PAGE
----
This approach supports maintaining different environment variable files for different environments (e.g., development, testing, production), allowing for easy switching and management of environment-specific configurations.

For example, below is a snippet from a docker-compose.yml file with an env_file attribute that specifies a file named webapp_env.list. Docker Compose automatically loads environment variables from this file into the webapp service at runtime:

    image: example/webapp:latest
      - webapp_env.list

4. Substitute from the Shell

Environment variables can be passed directly from the shell when running Docker Compose commands. This method is useful for temporary overrides or for passing sensitive information that shouldn’t be stored in files. Variables set in this manner take precedence over those defined in files or the docker-compose.yml itself, providing a way to dynamically alter container behavior without modifying configuration files.

This approach also offers flexibility for CI/CD pipelines, where environment-specific variables can be injected at runtime without altering the application’s base configuration files.

For example, this command shows how to pass the DEBUG environment variable with a value of true from the shell when starting Docker Compose:

DEBUG=true docker-compose up

Understanding Environment Variables Precedence in Docker Compose 

The precedence of each environment variable follows a specific order that determines which value is used when variables are defined in multiple places. The precedence is as follows (#1 has the highest precedence, meaning it overrides all others, #2 overrides #3-7, etc):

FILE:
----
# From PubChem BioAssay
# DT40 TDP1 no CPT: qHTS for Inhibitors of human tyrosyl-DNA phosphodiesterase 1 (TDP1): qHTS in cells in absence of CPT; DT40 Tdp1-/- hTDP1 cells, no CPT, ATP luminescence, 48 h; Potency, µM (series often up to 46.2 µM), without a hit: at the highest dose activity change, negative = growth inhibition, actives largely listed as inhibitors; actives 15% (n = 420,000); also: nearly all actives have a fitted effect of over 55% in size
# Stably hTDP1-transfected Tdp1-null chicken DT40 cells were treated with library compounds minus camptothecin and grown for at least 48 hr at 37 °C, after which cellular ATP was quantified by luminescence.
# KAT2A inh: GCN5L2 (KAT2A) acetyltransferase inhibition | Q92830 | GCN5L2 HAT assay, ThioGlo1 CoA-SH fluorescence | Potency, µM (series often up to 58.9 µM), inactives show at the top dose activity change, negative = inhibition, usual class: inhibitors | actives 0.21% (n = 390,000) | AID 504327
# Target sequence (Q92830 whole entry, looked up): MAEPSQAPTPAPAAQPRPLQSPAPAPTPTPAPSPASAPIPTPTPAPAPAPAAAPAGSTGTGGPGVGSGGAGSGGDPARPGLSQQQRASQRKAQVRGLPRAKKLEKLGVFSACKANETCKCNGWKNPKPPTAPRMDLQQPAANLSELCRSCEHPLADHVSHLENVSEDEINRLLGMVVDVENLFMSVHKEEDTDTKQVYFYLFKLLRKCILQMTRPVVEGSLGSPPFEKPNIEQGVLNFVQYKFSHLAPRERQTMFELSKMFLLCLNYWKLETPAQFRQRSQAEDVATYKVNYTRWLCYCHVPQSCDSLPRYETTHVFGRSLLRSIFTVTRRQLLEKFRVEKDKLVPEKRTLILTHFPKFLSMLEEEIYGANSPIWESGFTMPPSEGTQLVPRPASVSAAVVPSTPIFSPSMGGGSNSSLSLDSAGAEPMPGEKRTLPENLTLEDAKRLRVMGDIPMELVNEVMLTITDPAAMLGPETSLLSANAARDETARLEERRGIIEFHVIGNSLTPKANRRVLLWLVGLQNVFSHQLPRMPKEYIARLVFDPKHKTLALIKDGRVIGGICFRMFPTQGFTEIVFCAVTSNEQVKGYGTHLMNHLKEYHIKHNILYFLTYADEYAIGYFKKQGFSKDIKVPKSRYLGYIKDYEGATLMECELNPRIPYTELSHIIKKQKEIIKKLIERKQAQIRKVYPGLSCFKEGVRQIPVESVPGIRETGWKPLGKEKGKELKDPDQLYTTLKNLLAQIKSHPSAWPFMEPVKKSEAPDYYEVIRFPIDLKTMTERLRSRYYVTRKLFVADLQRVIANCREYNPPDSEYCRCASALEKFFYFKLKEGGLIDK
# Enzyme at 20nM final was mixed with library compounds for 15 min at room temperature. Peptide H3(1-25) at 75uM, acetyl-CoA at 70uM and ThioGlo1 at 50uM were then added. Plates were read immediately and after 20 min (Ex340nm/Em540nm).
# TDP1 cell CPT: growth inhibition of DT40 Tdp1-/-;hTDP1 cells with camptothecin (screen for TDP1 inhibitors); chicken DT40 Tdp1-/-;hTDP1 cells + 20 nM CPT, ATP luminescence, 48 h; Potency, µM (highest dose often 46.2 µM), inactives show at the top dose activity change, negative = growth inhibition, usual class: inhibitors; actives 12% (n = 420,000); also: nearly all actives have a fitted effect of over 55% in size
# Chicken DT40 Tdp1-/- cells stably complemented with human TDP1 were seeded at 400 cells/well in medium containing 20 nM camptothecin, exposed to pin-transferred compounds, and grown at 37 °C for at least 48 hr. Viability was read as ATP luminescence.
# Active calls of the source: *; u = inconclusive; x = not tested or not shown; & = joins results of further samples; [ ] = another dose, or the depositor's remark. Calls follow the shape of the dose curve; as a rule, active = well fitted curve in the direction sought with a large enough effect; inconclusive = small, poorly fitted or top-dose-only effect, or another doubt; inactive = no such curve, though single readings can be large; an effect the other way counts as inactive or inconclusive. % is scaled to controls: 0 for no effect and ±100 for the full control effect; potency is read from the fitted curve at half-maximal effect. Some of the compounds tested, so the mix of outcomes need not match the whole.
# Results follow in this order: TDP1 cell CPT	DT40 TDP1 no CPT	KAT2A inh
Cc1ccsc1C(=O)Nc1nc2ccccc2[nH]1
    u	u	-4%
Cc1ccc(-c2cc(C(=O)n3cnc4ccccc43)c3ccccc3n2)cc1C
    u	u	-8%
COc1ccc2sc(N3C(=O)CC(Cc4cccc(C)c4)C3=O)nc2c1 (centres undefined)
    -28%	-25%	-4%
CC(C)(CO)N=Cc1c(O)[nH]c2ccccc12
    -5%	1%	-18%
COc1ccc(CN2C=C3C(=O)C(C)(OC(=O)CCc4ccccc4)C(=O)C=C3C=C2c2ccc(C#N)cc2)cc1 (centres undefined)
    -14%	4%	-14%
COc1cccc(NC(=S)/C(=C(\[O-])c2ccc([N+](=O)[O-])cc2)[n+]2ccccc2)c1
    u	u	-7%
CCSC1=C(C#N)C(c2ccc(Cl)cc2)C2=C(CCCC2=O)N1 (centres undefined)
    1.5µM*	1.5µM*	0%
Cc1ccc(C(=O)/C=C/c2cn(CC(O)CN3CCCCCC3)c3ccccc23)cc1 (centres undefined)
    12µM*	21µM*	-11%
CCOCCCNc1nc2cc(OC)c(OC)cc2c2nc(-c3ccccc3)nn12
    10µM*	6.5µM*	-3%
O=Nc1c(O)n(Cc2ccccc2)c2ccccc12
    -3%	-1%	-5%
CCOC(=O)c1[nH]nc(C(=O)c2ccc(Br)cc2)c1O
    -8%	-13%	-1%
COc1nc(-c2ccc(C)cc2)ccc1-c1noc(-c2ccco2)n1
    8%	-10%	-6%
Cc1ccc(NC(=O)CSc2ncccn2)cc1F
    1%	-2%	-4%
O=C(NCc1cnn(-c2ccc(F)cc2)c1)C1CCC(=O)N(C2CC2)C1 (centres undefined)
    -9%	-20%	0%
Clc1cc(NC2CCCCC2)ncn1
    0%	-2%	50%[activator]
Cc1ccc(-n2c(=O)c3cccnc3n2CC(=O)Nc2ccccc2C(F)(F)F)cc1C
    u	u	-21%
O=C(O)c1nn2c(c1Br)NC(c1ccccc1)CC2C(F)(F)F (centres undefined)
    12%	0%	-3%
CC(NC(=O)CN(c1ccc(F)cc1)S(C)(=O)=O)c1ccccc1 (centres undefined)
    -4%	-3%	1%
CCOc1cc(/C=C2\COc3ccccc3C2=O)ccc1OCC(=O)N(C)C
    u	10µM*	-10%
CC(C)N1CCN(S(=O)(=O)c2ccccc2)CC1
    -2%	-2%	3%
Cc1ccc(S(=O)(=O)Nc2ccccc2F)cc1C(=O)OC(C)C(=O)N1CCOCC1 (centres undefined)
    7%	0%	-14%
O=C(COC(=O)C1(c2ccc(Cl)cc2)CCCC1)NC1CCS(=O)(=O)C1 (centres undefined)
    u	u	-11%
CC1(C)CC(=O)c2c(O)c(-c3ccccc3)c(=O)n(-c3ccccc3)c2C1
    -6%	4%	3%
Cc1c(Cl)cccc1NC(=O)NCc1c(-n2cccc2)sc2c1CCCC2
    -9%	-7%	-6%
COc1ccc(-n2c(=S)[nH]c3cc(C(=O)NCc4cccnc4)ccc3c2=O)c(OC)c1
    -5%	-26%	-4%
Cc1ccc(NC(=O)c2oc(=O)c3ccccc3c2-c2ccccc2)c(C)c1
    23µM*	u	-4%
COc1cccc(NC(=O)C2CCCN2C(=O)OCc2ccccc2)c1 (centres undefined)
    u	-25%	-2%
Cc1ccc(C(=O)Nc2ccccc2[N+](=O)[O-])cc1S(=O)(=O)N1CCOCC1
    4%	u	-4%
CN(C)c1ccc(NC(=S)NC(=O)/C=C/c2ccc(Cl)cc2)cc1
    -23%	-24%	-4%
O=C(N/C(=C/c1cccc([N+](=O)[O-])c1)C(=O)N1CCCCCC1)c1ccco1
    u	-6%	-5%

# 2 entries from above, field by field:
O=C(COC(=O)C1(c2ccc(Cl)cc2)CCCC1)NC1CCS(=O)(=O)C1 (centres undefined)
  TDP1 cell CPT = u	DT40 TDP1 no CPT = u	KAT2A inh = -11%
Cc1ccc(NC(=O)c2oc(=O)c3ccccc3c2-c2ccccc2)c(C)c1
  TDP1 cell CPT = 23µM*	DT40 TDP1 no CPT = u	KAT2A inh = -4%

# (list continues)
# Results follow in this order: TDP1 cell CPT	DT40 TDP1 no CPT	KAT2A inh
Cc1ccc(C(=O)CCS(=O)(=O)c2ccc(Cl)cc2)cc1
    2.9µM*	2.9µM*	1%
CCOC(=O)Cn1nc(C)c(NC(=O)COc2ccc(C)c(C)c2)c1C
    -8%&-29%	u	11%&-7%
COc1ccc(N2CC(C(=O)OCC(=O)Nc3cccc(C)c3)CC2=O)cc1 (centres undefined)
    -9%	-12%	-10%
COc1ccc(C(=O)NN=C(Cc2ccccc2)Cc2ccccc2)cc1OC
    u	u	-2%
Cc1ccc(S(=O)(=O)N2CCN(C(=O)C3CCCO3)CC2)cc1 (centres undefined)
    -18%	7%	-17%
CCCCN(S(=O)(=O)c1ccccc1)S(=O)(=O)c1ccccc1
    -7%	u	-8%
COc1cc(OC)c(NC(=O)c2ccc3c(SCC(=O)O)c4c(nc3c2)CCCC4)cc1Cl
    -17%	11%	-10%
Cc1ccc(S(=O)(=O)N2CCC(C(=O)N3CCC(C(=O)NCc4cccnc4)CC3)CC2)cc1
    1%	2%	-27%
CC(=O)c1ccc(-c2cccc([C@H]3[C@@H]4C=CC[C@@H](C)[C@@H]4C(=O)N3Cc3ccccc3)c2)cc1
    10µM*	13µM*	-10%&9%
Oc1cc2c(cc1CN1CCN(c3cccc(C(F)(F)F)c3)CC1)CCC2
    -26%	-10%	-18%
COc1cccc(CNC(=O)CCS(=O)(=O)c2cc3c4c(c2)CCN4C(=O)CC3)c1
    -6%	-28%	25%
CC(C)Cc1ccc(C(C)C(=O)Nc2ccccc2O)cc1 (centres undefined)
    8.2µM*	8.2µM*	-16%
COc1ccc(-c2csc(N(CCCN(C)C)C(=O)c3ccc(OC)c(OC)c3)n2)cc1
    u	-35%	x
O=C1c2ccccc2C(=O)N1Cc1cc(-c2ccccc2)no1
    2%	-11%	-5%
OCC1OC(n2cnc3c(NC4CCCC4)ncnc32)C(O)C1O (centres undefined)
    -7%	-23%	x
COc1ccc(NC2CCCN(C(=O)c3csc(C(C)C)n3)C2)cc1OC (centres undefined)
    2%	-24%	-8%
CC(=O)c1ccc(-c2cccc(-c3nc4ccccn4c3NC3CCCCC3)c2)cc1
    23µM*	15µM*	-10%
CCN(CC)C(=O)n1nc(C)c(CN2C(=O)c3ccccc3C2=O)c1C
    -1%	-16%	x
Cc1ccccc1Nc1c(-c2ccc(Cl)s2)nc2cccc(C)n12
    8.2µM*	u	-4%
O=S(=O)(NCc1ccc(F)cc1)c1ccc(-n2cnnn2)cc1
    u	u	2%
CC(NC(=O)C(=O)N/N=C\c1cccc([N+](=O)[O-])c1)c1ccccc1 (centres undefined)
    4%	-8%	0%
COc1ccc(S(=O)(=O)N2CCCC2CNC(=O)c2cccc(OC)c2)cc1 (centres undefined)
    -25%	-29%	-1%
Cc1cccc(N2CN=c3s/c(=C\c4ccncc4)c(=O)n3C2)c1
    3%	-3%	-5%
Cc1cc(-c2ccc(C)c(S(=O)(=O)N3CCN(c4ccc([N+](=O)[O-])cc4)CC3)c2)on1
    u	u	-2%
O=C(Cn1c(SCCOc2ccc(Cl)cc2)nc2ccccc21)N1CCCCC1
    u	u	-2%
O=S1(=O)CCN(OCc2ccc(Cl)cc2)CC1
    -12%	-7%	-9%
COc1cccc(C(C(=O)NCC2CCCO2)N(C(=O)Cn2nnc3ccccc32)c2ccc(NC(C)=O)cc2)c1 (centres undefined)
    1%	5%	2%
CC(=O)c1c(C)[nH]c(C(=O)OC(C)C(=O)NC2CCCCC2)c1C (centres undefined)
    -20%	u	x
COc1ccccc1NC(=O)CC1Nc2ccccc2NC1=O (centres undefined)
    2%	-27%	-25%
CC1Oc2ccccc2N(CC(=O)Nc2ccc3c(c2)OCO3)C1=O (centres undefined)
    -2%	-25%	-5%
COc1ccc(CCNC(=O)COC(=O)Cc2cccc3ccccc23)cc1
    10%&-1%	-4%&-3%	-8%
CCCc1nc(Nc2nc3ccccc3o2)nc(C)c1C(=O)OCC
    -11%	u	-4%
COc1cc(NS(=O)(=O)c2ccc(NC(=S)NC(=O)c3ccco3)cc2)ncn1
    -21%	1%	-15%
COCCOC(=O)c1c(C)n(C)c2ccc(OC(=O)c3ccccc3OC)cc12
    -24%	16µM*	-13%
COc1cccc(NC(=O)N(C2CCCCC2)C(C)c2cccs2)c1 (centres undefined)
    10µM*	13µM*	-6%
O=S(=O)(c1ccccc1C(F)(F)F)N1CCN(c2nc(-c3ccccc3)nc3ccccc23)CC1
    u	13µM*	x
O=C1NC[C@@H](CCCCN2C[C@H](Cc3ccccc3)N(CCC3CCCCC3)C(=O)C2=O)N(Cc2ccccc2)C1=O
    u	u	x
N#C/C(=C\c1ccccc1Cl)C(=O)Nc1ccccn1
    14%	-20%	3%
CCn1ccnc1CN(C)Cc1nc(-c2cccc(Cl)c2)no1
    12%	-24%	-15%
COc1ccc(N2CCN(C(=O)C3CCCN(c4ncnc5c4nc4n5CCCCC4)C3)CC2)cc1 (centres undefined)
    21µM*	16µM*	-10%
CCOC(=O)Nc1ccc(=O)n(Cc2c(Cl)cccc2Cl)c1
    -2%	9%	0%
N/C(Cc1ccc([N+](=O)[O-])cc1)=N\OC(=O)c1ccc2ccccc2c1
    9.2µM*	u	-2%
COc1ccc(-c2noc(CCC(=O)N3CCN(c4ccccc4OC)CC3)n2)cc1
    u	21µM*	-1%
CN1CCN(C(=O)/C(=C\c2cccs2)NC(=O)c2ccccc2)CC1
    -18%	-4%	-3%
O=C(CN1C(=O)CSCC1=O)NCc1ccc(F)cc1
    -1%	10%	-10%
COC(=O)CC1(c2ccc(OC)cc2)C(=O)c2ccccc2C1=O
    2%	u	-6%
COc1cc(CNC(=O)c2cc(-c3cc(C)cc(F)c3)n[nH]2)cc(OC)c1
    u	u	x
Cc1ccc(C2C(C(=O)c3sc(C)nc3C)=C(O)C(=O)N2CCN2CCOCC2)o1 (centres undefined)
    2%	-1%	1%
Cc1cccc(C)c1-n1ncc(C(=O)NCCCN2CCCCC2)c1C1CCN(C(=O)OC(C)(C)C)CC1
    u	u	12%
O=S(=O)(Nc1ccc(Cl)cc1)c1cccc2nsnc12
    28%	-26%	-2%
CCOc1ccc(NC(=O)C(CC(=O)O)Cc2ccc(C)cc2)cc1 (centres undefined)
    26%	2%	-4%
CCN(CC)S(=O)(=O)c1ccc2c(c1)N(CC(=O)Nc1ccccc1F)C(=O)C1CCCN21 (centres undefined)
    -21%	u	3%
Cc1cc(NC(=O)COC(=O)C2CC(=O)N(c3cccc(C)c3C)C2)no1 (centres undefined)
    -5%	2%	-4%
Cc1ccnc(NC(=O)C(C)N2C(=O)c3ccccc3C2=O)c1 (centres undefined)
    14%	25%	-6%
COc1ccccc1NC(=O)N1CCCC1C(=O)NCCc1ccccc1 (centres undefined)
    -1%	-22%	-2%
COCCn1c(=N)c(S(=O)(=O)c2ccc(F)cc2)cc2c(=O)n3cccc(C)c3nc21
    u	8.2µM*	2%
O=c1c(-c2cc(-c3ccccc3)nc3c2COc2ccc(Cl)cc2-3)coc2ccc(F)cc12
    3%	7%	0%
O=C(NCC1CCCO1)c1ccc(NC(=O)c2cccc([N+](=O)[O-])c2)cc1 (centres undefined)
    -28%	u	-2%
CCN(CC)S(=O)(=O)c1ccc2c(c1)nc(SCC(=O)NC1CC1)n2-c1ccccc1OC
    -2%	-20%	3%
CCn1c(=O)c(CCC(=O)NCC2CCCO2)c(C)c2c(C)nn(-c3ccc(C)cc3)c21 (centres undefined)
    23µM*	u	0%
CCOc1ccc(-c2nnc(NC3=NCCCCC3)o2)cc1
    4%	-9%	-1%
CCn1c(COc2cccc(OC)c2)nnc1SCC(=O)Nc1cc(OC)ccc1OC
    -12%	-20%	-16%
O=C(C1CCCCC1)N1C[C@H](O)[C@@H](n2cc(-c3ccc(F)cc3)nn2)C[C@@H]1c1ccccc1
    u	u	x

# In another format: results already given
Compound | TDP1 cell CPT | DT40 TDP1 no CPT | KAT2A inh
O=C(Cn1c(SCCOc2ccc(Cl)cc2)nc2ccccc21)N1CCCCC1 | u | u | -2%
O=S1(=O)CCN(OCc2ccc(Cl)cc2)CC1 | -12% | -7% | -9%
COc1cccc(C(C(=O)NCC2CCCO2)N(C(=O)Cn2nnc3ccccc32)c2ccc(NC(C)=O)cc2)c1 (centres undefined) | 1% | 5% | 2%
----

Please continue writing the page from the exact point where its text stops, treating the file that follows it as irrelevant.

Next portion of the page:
1. Environment variable set using docker compose run -e in the CLI
  2. Environment variable substituted from the shell
  3. Environment variable set using the environment attribute in the docker-compose.yml file
  4. Environment variable set using --env-file argument in the CLI
  5. Environment variable set using env_file attribute in the docker-compose.yml file
  6. Environment variable set using an .env file placed at base of your project directory
  7. Environment variable set in a container image using the ENV directive. 

This hierarchy ensures that developers have the flexibility to override default values in a controlled manner. For example, a variable set using the environment attribute the docker-compose.yml file can be overridden by passing an environment variable in a shell command, allowing for different configurations in development, staging, and production environments without changing the core compose file.

Related content: Read our guide to docker environment variables

Best Practices for Working with Environment Variables in Docker Compose 

Handle Sensitive Information Securely

When dealing with sensitive information such as passwords or API keys, it’s crucial to avoid storing them directly in the docker-compose.yml file or in version-controlled .env files. Instead, use Docker secrets or external secrets management tools to securely manage and access sensitive data. This practice helps in minimizing the risk of exposing confidential information and ensures compliance with security best practices.